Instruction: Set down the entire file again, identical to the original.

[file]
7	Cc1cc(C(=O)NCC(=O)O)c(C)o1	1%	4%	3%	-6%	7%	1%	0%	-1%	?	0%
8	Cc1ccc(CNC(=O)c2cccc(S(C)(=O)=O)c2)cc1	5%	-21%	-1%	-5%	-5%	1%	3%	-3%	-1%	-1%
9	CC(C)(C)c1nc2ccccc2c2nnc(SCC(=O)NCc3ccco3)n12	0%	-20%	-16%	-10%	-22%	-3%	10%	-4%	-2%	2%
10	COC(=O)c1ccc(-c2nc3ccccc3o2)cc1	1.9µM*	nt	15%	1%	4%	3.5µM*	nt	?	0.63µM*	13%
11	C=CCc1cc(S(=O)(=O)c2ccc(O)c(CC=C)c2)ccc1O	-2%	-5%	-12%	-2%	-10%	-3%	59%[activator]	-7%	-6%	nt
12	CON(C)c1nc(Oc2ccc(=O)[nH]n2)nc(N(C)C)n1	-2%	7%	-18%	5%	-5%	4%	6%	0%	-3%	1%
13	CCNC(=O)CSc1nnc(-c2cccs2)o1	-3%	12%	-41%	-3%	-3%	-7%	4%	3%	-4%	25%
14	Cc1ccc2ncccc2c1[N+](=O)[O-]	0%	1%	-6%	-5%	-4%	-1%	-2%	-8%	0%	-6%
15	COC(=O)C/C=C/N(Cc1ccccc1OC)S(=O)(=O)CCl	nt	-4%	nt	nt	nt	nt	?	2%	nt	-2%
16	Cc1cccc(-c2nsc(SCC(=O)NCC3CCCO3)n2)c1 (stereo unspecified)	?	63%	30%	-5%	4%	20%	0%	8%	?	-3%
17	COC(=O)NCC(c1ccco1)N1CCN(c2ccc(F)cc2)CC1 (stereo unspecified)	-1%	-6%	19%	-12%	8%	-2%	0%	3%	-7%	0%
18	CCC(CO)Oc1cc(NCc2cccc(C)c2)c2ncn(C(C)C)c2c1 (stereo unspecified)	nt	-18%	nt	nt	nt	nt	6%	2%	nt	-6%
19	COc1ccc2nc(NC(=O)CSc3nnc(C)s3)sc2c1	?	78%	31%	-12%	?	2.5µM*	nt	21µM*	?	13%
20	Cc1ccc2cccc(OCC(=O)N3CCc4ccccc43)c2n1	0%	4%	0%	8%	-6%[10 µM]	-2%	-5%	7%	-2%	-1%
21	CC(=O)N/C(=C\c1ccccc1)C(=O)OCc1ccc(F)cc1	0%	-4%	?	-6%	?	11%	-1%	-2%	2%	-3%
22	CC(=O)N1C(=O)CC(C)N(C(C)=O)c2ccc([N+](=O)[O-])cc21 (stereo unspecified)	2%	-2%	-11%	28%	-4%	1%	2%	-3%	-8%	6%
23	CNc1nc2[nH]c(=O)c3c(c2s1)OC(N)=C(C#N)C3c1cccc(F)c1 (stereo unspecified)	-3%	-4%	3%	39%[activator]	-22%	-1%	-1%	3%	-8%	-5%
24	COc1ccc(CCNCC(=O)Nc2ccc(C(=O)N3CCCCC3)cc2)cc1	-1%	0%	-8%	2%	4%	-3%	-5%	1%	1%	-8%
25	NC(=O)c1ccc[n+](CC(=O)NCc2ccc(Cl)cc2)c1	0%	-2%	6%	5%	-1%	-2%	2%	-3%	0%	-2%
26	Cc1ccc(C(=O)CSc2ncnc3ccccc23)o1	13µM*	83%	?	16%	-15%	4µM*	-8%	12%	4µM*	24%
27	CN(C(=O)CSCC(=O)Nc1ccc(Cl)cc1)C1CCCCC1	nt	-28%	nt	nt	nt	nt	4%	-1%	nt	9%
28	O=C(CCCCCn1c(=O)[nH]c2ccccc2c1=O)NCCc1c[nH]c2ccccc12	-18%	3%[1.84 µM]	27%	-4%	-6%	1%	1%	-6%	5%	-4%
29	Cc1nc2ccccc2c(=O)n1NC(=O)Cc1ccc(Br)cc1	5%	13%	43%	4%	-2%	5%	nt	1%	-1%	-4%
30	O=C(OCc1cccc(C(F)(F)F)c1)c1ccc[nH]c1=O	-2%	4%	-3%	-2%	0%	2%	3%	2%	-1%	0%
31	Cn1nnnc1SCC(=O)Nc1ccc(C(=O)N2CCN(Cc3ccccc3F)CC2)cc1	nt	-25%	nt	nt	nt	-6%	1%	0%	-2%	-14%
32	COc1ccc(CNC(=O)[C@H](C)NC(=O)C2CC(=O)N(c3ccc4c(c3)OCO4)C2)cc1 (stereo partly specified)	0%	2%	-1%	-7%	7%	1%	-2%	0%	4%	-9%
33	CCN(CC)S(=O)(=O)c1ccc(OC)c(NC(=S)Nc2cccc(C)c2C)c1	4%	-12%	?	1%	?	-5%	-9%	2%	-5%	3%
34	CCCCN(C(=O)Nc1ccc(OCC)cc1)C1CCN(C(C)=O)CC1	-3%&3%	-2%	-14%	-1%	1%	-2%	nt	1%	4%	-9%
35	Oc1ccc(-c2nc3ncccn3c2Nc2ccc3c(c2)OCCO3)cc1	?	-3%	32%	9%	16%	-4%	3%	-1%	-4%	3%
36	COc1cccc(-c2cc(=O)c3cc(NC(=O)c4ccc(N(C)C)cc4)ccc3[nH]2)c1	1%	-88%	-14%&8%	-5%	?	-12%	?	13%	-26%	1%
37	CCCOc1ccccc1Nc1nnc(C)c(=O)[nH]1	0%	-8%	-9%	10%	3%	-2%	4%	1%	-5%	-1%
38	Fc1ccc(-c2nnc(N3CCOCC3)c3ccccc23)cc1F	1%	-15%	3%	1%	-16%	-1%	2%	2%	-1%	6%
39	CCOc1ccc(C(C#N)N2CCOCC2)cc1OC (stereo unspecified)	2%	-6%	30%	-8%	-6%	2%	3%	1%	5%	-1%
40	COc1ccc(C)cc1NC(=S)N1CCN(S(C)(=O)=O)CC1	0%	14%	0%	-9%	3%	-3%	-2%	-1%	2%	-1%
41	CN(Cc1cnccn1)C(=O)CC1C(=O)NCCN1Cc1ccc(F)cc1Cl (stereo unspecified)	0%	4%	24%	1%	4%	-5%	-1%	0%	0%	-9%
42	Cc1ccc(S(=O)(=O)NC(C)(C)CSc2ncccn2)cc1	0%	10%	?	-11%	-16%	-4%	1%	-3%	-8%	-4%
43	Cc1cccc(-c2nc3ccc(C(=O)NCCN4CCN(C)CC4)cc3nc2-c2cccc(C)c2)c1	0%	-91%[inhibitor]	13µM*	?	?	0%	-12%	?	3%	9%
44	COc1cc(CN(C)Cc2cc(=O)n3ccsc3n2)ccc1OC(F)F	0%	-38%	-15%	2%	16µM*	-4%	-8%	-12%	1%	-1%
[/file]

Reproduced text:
7	Cc1cc(C(=O)NCC(=O)O)c(C)o1	1%	4%	3%	-6%	7%	1%	0%	-1%	?	0%
8	Cc1ccc(CNC(=O)c2cccc(S(C)(=O)=O)c2)cc1	5%	-21%	-1%	-5%	-5%	1%	3%	-3%	-1%	-1%
9	CC(C)(C)c1nc2ccccc2c2nnc(SCC(=O)NCc3ccco3)n12	0%	-20%	-16%	-10%	-22%	-3%	10%	-4%	-2%	2%
10	COC(=O)c1ccc(-c2nc3ccccc3o2)cc1	1.9µM*	nt	15%	1%	4%	3.5µM*	nt	?	0.63µM*	13%
11	C=CCc1cc(S(=O)(=O)c2ccc(O)c(CC=C)c2)ccc1O	-2%	-5%	-12%	-2%	-10%	-3%	59%[activator]	-7%	-6%	nt
12	CON(C)c1nc(Oc2ccc(=O)[nH]n2)nc(N(C)C)n1	-2%	7%	-18%	5%	-5%	4%	6%	0%	-3%	1%
13	CCNC(=O)CSc1nnc(-c2cccs2)o1	-3%	12%	-41%	-3%	-3%	-7%	4%	3%	-4%	25%
14	Cc1ccc2ncccc2c1[N+](=O)[O-]	0%	1%	-6%	-5%	-4%	-1%	-2%	-8%	0%	-6%
15	COC(=O)C/C=C/N(Cc1ccccc1OC)S(=O)(=O)CCl	nt	-4%	nt	nt	nt	nt	?	2%	nt	-2%
16	Cc1cccc(-c2nsc(SCC(=O)NCC3CCCO3)n2)c1 (stereo unspecified)	?	63%	30%	-5%	4%	20%	0%	8%	?	-3%
17	COC(=O)NCC(c1ccco1)N1CCN(c2ccc(F)cc2)CC1 (stereo unspecified)	-1%	-6%	19%	-12%	8%	-2%	0%	3%	-7%	0%
18	CCC(CO)Oc1cc(NCc2cccc(C)c2)c2ncn(C(C)C)c2c1 (stereo unspecified)	nt	-18%	nt	nt	nt	nt	6%	2%	nt	-6%
19	COc1ccc2nc(NC(=O)CSc3nnc(C)s3)sc2c1	?	78%	31%	-12%	?	2.5µM*	nt	21µM*	?	13%
20	Cc1ccc2cccc(OCC(=O)N3CCc4ccccc43)c2n1	0%	4%	0%	8%	-6%[10 µM]	-2%	-5%	7%	-2%	-1%
21	CC(=O)N/C(=C\c1ccccc1)C(=O)OCc1ccc(F)cc1	0%	-4%	?	-6%	?	11%	-1%	-2%	2%	-3%
22	CC(=O)N1C(=O)CC(C)N(C(C)=O)c2ccc([N+](=O)[O-])cc21 (stereo unspecified)	2%	-2%	-11%	28%	-4%	1%	2%	-3%	-8%	6%
23	CNc1nc2[nH]c(=O)c3c(c2s1)OC(N)=C(C#N)C3c1cccc(F)c1 (stereo unspecified)	-3%	-4%	3%	39%[activator]	-22%	-1%	-1%	3%	-8%	-5%
24	COc1ccc(CCNCC(=O)Nc2ccc(C(=O)N3CCCCC3)cc2)cc1	-1%	0%	-8%	2%	4%	-3%	-5%	1%	1%	-8%
25	NC(=O)c1ccc[n+](CC(=O)NCc2ccc(Cl)cc2)c1	0%	-2%	6%	5%	-1%	-2%	2%	-3%	0%	-2%
26	Cc1ccc(C(=O)CSc2ncnc3ccccc23)o1	13µM*	83%	?	16%	-15%	4µM*	-8%	12%	4µM*	24%
27	CN(C(=O)CSCC(=O)Nc1ccc(Cl)cc1)C1CCCCC1	nt	-28%	nt	nt	nt	nt	4%	-1%	nt	9%
28	O=C(CCCCCn1c(=O)[nH]c2ccccc2c1=O)NCCc1c[nH]c2ccccc12	-18%	3%[1.84 µM]	27%	-4%	-6%	1%	1%	-6%	5%	-4%
29	Cc1nc2ccccc2c(=O)n1NC(=O)Cc1ccc(Br)cc1	5%	13%	43%	4%	-2%	5%	nt	1%	-1%	-4%
30	O=C(OCc1cccc(C(F)(F)F)c1)c1ccc[nH]c1=O	-2%	4%	-3%	-2%	0%	2%	3%	2%	-1%	0%
31	Cn1nnnc1SCC(=O)Nc1ccc(C(=O)N2CCN(Cc3ccccc3F)CC2)cc1	nt	-25%	nt	nt	nt	-6%	1%	0%	-2%	-14%
32	COc1ccc(CNC(=O)[C@H](C)NC(=O)C2CC(=O)N(c3ccc4c(c3)OCO4)C2)cc1 (stereo partly specified)	0%	2%	-1%	-7%	7%	1%	-2%	0%	4%	-9%
33	CCN(CC)S(=O)(=O)c1ccc(OC)c(NC(=S)Nc2cccc(C)c2C)c1	4%	-12%	?	1%	?	-5%	-9%	2%	-5%	3%
34	CCCCN(C(=O)Nc1ccc(OCC)cc1)C1CCN(C(C)=O)CC1	-3%&3%	-2%	-14%	-1%	1%	-2%	nt	1%	4%	-9%
35	Oc1ccc(-c2nc3ncccn3c2Nc2ccc3c(c2)OCCO3)cc1	?	-3%	32%	9%	16%	-4%	3%	-1%	-4%	3%
36	COc1cccc(-c2cc(=O)c3cc(NC(=O)c4ccc(N(C)C)cc4)ccc3[nH]2)c1	1%	-88%	-14%&8%	-5%	?	-12%	?	13%	-26%	1%
37	CCCOc1ccccc1Nc1nnc(C)c(=O)[nH]1	0%	-8%	-9%	10%	3%	-2%	4%	1%	-5%	-1%
38	Fc1ccc(-c2nnc(N3CCOCC3)c3ccccc23)cc1F	1%	-15%	3%	1%	-16%	-1%	2%	2%	-1%	6%
39	CCOc1ccc(C(C#N)N2CCOCC2)cc1OC (stereo unspecified)	2%	-6%	30%	-8%	-6%	2%	3%	1%	5%	-1%
40	COc1ccc(C)cc1NC(=S)N1CCN(S(C)(=O)=O)CC1	0%	14%	0%	-9%	3%	-3%	-2%	-1%	2%	-1%
41	CN(Cc1cnccn1)C(=O)CC1C(=O)NCCN1Cc1ccc(F)cc1Cl (stereo unspecified)	0%	4%	24%	1%	4%	-5%	-1%	0%	0%	-9%
42	Cc1ccc(S(=O)(=O)NC(C)(C)CSc2ncccn2)cc1	0%	10%	?	-11%	-16%	-4%	1%	-3%	-8%	-4%
43	Cc1cccc(-c2nc3ccc(C(=O)NCCN4CCN(C)CC4)cc3nc2-c2cccc(C)c2)c1	0%	-91%[inhibitor]	13µM*	?	?	0%	-12%	?	3%	9%
44	COc1cc(CN(C)Cc2cc(=O)n3ccsc3n2)ccc1OC(F)F	0%	-38%	-15%	2%	16µM*	-4%	-8%	-12%	1%	-1%